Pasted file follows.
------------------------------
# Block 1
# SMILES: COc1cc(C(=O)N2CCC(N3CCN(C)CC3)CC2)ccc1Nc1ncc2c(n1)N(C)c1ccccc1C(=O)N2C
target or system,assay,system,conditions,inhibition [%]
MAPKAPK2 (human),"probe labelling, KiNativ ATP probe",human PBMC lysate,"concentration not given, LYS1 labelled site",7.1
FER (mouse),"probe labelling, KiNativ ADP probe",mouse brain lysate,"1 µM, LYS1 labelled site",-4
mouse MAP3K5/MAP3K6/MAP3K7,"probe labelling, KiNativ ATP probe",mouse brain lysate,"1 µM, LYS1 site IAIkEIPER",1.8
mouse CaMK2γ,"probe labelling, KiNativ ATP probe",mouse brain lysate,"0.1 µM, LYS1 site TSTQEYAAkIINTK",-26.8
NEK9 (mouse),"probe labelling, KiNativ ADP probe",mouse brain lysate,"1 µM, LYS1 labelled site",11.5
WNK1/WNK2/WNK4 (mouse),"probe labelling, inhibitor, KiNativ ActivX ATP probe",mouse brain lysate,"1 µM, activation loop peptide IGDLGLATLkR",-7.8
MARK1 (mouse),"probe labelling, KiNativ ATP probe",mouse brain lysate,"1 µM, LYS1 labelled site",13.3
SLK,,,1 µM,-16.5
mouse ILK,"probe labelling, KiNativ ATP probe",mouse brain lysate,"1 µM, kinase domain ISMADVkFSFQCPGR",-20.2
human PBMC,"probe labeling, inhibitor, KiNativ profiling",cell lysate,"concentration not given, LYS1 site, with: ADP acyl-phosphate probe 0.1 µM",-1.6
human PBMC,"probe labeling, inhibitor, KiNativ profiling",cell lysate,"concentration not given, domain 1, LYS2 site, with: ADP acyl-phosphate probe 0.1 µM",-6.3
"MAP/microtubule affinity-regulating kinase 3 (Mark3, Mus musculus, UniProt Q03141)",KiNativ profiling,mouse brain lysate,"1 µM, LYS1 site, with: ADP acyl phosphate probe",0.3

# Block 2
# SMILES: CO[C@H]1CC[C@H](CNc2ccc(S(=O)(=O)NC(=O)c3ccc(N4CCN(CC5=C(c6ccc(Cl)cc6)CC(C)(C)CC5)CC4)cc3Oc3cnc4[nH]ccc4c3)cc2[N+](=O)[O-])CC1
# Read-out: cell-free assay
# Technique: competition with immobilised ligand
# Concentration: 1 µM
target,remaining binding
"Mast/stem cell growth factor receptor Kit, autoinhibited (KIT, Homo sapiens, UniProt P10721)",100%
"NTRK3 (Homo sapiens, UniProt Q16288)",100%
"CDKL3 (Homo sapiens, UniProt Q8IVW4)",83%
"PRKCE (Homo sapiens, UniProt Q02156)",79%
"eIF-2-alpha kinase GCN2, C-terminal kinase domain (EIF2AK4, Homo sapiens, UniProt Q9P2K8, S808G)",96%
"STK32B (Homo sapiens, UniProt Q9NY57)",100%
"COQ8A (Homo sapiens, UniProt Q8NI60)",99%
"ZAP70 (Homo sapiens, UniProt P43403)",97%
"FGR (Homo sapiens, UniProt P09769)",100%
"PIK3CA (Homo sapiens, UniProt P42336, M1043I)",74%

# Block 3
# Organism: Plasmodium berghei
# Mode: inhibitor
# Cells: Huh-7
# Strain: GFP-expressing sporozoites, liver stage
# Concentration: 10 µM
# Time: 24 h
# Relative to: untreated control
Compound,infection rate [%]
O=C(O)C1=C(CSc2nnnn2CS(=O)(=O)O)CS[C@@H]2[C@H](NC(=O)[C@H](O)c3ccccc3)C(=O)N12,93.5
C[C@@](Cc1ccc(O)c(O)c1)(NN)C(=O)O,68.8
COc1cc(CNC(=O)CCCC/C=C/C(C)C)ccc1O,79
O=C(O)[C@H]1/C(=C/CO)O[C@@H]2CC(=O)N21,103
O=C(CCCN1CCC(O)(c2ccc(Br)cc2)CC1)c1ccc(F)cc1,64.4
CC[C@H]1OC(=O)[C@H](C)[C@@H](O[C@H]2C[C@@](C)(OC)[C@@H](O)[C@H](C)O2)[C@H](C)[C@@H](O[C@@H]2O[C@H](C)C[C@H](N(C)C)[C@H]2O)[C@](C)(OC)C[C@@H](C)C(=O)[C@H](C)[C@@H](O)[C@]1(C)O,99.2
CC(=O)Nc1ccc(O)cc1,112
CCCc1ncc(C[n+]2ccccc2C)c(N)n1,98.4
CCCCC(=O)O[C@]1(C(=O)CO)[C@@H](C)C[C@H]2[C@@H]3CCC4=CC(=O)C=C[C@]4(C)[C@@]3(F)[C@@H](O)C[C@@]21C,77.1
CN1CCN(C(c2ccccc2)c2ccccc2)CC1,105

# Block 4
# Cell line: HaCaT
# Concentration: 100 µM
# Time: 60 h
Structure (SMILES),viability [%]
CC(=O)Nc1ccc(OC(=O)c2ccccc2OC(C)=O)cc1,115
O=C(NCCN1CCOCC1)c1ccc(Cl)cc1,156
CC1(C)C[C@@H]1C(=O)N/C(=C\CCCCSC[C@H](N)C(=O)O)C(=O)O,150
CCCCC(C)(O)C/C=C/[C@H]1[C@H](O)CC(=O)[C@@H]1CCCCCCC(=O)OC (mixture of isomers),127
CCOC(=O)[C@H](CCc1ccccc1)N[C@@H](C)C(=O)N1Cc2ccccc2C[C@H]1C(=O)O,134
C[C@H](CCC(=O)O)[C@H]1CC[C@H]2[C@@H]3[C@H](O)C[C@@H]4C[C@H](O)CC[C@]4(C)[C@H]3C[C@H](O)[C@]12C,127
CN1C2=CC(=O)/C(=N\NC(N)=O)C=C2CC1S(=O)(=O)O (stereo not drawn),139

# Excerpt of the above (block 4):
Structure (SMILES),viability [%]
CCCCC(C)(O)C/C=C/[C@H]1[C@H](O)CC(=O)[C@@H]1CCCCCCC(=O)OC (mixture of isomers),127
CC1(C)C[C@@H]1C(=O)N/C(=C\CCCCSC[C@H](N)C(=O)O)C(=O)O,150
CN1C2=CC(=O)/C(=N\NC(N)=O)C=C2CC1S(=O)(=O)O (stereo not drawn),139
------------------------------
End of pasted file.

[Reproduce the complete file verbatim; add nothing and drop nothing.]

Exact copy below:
# Block 1
# SMILES: COc1cc(C(=O)N2CCC(N3CCN(C)CC3)CC2)ccc1Nc1ncc2c(n1)N(C)c1ccccc1C(=O)N2C
target or system,assay,system,conditions,inhibition [%]
MAPKAPK2 (human),"probe labelling, KiNativ ATP probe",human PBMC lysate,"concentration not given, LYS1 labelled site",7.1
FER (mouse),"probe labelling, KiNativ ADP probe",mouse brain lysate,"1 µM, LYS1 labelled site",-4
mouse MAP3K5/MAP3K6/MAP3K7,"probe labelling, KiNativ ATP probe",mouse brain lysate,"1 µM, LYS1 site IAIkEIPER",1.8
mouse CaMK2γ,"probe labelling, KiNativ ATP probe",mouse brain lysate,"0.1 µM, LYS1 site TSTQEYAAkIINTK",-26.8
NEK9 (mouse),"probe labelling, KiNativ ADP probe",mouse brain lysate,"1 µM, LYS1 labelled site",11.5
WNK1/WNK2/WNK4 (mouse),"probe labelling, inhibitor, KiNativ ActivX ATP probe",mouse brain lysate,"1 µM, activation loop peptide IGDLGLATLkR",-7.8
MARK1 (mouse),"probe labelling, KiNativ ATP probe",mouse brain lysate,"1 µM, LYS1 labelled site",13.3
SLK,,,1 µM,-16.5
mouse ILK,"probe labelling, KiNativ ATP probe",mouse brain lysate,"1 µM, kinase domain ISMADVkFSFQCPGR",-20.2
human PBMC,"probe labeling, inhibitor, KiNativ profiling",cell lysate,"concentration not given, LYS1 site, with: ADP acyl-phosphate probe 0.1 µM",-1.6
human PBMC,"probe labeling, inhibitor, KiNativ profiling",cell lysate,"concentration not given, domain 1, LYS2 site, with: ADP acyl-phosphate probe 0.1 µM",-6.3
"MAP/microtubule affinity-regulating kinase 3 (Mark3, Mus musculus, UniProt Q03141)",KiNativ profiling,mouse brain lysate,"1 µM, LYS1 site, with: ADP acyl phosphate probe",0.3

# Block 2
# SMILES: CO[C@H]1CC[C@H](CNc2ccc(S(=O)(=O)NC(=O)c3ccc(N4CCN(CC5=C(c6ccc(Cl)cc6)CC(C)(C)CC5)CC4)cc3Oc3cnc4[nH]ccc4c3)cc2[N+](=O)[O-])CC1
# Read-out: cell-free assay
# Technique: competition with immobilised ligand
# Concentration: 1 µM
target,remaining binding
"Mast/stem cell growth factor receptor Kit, autoinhibited (KIT, Homo sapiens, UniProt P10721)",100%
"NTRK3 (Homo sapiens, UniProt Q16288)",100%
"CDKL3 (Homo sapiens, UniProt Q8IVW4)",83%
"PRKCE (Homo sapiens, UniProt Q02156)",79%
"eIF-2-alpha kinase GCN2, C-terminal kinase domain (EIF2AK4, Homo sapiens, UniProt Q9P2K8, S808G)",96%
"STK32B (Homo sapiens, UniProt Q9NY57)",100%
"COQ8A (Homo sapiens, UniProt Q8NI60)",99%
"ZAP70 (Homo sapiens, UniProt P43403)",97%
"FGR (Homo sapiens, UniProt P09769)",100%
"PIK3CA (Homo sapiens, UniProt P42336, M1043I)",74%

# Block 3
# Organism: Plasmodium berghei
# Mode: inhibitor
# Cells: Huh-7
# Strain: GFP-expressing sporozoites, liver stage
# Concentration: 10 µM
# Time: 24 h
# Relative to: untreated control
Compound,infection rate [%]
O=C(O)C1=C(CSc2nnnn2CS(=O)(=O)O)CS[C@@H]2[C@H](NC(=O)[C@H](O)c3ccccc3)C(=O)N12,93.5
C[C@@](Cc1ccc(O)c(O)c1)(NN)C(=O)O,68.8
COc1cc(CNC(=O)CCCC/C=C/C(C)C)ccc1O,79
O=C(O)[C@H]1/C(=C/CO)O[C@@H]2CC(=O)N21,103
O=C(CCCN1CCC(O)(c2ccc(Br)cc2)CC1)c1ccc(F)cc1,64.4
CC[C@H]1OC(=O)[C@H](C)[C@@H](O[C@H]2C[C@@](C)(OC)[C@@H](O)[C@H](C)O2)[C@H](C)[C@@H](O[C@@H]2O[C@H](C)C[C@H](N(C)C)[C@H]2O)[C@](C)(OC)C[C@@H](C)C(=O)[C@H](C)[C@@H](O)[C@]1(C)O,99.2
CC(=O)Nc1ccc(O)cc1,112
CCCc1ncc(C[n+]2ccccc2C)c(N)n1,98.4
CCCCC(=O)O[C@]1(C(=O)CO)[C@@H](C)C[C@H]2[C@@H]3CCC4=CC(=O)C=C[C@]4(C)[C@@]3(F)[C@@H](O)C[C@@]21C,77.1
CN1CCN(C(c2ccccc2)c2ccccc2)CC1,105

# Block 4
# Cell line: HaCaT
# Concentration: 100 µM
# Time: 60 h
Structure (SMILES),viability [%]
CC(=O)Nc1ccc(OC(=O)c2ccccc2OC(C)=O)cc1,115
O=C(NCCN1CCOCC1)c1ccc(Cl)cc1,156
CC1(C)C[C@@H]1C(=O)N/C(=C\CCCCSC[C@H](N)C(=O)O)C(=O)O,150
CCCCC(C)(O)C/C=C/[C@H]1[C@H](O)CC(=O)[C@@H]1CCCCCCC(=O)OC (mixture of isomers),127
CCOC(=O)[C@H](CCc1ccccc1)N[C@@H](C)C(=O)N1Cc2ccccc2C[C@H]1C(=O)O,134
C[C@H](CCC(=O)O)[C@H]1CC[C@H]2[C@@H]3[C@H](O)C[C@@H]4C[C@H](O)CC[C@]4(C)[C@H]3C[C@H](O)[C@]12C,127
CN1C2=CC(=O)/C(=N\NC(N)=O)C=C2CC1S(=O)(=O)O (stereo not drawn),139

# Excerpt of the above (block 4):
Structure (SMILES),viability [%]
CCCCC(C)(O)C/C=C/[C@H]1[C@H](O)CC(=O)[C@@H]1CCCCCCC(=O)OC (mixture of isomers),127
CC1(C)C[C@@H]1C(=O)N/C(=C\CCCCSC[C@H](N)C(=O)O)C(=O)O,150
CN1C2=CC(=O)/C(=N\NC(N)=O)C=C2CC1S(=O)(=O)O (stereo not drawn),139